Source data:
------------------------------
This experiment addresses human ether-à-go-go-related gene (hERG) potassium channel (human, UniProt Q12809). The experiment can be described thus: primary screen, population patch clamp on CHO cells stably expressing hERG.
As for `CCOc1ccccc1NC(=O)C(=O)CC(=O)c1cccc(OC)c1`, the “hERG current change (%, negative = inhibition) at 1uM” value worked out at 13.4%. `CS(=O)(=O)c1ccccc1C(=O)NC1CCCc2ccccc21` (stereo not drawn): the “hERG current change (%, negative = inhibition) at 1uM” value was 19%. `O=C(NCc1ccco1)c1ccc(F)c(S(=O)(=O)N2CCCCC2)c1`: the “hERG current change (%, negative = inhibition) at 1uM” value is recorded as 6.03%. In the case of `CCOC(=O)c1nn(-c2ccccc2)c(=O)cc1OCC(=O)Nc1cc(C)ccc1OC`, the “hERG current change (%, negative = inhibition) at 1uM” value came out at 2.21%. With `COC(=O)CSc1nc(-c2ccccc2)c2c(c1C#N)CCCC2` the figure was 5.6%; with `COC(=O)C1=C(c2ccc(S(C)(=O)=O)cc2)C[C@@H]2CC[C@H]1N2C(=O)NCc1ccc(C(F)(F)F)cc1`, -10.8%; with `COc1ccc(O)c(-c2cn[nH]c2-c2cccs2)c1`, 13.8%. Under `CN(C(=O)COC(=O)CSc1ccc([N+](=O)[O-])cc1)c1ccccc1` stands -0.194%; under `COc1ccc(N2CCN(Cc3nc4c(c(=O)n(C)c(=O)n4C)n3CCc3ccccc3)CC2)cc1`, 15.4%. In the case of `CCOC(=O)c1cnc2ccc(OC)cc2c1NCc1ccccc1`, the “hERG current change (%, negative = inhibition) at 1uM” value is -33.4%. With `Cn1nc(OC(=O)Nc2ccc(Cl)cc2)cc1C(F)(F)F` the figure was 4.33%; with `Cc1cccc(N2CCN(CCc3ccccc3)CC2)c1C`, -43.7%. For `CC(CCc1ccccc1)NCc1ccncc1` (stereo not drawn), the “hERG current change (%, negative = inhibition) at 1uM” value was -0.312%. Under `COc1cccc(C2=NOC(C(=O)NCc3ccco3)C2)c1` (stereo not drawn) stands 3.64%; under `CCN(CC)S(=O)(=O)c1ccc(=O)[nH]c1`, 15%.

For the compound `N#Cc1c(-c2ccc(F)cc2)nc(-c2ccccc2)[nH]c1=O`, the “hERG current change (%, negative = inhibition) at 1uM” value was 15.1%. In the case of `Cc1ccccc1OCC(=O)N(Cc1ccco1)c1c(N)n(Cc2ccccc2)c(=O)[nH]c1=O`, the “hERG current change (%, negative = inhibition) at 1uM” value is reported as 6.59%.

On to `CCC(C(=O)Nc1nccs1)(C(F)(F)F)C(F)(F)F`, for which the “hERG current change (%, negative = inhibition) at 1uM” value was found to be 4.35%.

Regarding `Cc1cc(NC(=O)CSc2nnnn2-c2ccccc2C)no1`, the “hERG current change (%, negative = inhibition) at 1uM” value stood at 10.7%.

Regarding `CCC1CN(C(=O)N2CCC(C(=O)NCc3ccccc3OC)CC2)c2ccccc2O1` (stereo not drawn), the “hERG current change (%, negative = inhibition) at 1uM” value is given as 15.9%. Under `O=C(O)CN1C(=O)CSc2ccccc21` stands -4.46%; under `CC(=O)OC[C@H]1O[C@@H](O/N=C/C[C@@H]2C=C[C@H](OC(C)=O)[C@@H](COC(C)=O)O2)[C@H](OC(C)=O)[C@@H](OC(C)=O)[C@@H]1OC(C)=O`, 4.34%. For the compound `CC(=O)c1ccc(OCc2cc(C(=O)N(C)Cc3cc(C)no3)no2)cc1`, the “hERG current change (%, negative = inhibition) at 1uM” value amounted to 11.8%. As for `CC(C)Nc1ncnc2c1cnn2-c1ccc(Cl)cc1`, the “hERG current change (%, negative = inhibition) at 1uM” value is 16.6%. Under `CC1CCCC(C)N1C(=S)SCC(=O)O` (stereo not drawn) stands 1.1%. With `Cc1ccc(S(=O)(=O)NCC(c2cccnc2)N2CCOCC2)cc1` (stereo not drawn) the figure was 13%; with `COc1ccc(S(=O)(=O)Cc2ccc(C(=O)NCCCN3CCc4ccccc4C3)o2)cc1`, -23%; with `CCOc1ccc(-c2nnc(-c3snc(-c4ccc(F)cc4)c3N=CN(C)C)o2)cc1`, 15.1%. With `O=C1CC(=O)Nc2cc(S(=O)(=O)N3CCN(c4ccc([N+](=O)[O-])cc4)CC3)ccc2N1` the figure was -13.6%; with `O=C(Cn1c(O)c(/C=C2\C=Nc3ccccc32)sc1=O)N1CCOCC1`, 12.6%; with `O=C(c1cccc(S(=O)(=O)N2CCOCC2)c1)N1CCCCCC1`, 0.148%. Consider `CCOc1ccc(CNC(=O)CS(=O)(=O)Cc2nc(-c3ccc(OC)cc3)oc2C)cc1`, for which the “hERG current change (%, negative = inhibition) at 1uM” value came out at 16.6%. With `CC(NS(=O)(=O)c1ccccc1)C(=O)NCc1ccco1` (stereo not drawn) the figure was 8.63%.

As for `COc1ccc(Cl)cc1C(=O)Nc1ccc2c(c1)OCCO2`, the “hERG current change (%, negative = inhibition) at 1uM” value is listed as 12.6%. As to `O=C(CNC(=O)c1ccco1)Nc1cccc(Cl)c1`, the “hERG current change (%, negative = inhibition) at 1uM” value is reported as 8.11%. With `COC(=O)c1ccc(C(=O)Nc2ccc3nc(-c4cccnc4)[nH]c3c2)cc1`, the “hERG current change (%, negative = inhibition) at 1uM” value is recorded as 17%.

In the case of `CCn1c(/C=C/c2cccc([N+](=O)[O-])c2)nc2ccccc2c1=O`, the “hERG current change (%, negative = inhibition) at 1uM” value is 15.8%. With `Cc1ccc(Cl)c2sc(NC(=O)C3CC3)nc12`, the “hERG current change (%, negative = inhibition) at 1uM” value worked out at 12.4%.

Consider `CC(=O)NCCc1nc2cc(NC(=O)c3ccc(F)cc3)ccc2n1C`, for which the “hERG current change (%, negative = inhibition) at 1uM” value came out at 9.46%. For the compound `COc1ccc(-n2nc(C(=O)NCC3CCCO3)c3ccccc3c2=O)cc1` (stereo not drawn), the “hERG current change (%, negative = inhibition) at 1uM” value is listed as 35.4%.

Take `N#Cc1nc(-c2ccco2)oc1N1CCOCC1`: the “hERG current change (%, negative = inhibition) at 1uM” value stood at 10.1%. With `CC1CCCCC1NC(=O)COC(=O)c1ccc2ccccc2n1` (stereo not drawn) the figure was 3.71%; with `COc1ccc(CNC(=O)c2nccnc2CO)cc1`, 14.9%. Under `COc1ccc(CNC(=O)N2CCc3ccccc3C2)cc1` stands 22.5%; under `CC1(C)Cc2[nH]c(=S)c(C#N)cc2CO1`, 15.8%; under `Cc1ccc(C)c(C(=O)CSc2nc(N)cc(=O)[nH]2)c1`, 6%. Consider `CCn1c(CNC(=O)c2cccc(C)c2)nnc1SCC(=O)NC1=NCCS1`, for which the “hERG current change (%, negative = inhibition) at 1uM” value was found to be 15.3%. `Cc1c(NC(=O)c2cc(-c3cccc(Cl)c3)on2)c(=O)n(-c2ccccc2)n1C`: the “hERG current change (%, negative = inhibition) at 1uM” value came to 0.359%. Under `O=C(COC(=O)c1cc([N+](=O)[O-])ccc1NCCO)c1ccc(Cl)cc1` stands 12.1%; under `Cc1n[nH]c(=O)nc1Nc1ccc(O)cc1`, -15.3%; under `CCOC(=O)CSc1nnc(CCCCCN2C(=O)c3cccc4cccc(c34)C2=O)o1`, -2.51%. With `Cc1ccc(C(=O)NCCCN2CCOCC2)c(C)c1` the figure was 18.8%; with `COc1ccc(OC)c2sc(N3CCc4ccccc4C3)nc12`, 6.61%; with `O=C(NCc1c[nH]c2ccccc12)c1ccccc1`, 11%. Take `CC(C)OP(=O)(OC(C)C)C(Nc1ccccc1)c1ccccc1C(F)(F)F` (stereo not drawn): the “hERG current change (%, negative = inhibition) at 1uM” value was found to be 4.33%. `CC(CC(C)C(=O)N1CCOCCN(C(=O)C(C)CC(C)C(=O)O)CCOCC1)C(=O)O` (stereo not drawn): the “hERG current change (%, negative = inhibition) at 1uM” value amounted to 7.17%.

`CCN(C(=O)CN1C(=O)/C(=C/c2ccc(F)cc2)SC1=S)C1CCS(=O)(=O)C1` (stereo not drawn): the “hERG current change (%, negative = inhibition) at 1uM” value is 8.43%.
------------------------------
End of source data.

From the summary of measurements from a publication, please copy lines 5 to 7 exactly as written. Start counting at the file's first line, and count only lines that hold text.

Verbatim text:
Regarding `Cc1cc(NC(=O)CSc2nnnn2-c2ccccc2C)no1`, the “hERG current change (%, negative = inhibition) at 1uM” value stood at 10.7%.

Regarding `CCC1CN(C(=O)N2CCC(C(=O)NCc3ccccc3OC)CC2)c2ccccc2O1` (stereo not drawn), the “hERG current change (%, negative = inhibition) at 1uM” value is given as 15.9%. Under `O=C(O)CN1C(=O)CSc2ccccc21` stands -4.46%; under `CC(=O)OC[C@H]1O[C@@H](O/N=C/C[C@@H]2C=C[C@H](OC(C)=O)[C@@H](COC(C)=O)O2)[C@H](OC(C)=O)[C@@H](OC(C)=O)[C@@H]1OC(C)=O`, 4.34%. For the compound `CC(=O)c1ccc(OCc2cc(C(=O)N(C)Cc3cc(C)no3)no2)cc1`, the “hERG current change (%, negative = inhibition) at 1uM” value amounted to 11.8%. As for `CC(C)Nc1ncnc2c1cnn2-c1ccc(Cl)cc1`, the “hERG current change (%, negative = inhibition) at 1uM” value is 16.6%. Under `CC1CCCC(C)N1C(=S)SCC(=O)O` (stereo not drawn) stands 1.1%. With `Cc1ccc(S(=O)(=O)NCC(c2cccnc2)N2CCOCC2)cc1` (stereo not drawn) the figure was 13%; with `COc1ccc(S(=O)(=O)Cc2ccc(C(=O)NCCCN3CCc4ccccc4C3)o2)cc1`, -23%; with `CCOc1ccc(-c2nnc(-c3snc(-c4ccc(F)cc4)c3N=CN(C)C)o2)cc1`, 15.1%. With `O=C1CC(=O)Nc2cc(S(=O)(=O)N3CCN(c4ccc([N+](=O)[O-])cc4)CC3)ccc2N1` the figure was -13.6%; with `O=C(Cn1c(O)c(/C=C2\C=Nc3ccccc32)sc1=O)N1CCOCC1`, 12.6%; with `O=C(c1cccc(S(=O)(=O)N2CCOCC2)c1)N1CCCCCC1`, 0.148%. Consider `CCOc1ccc(CNC(=O)CS(=O)(=O)Cc2nc(-c3ccc(OC)cc3)oc2C)cc1`, for which the “hERG current change (%, negative = inhibition) at 1uM” value came out at 16.6%. With `CC(NS(=O)(=O)c1ccccc1)C(=O)NCc1ccco1` (stereo not drawn) the figure was 8.63%.

As for `COc1ccc(Cl)cc1C(=O)Nc1ccc2c(c1)OCCO2`, the “hERG current change (%, negative = inhibition) at 1uM” value is listed as 12.6%. As to `O=C(CNC(=O)c1ccco1)Nc1cccc(Cl)c1`, the “hERG current change (%, negative = inhibition) at 1uM” value is reported as 8.11%. With `COC(=O)c1ccc(C(=O)Nc2ccc3nc(-c4cccnc4)[nH]c3c2)cc1`, the “hERG current change (%, negative = inhibition) at 1uM” value is recorded as 17%.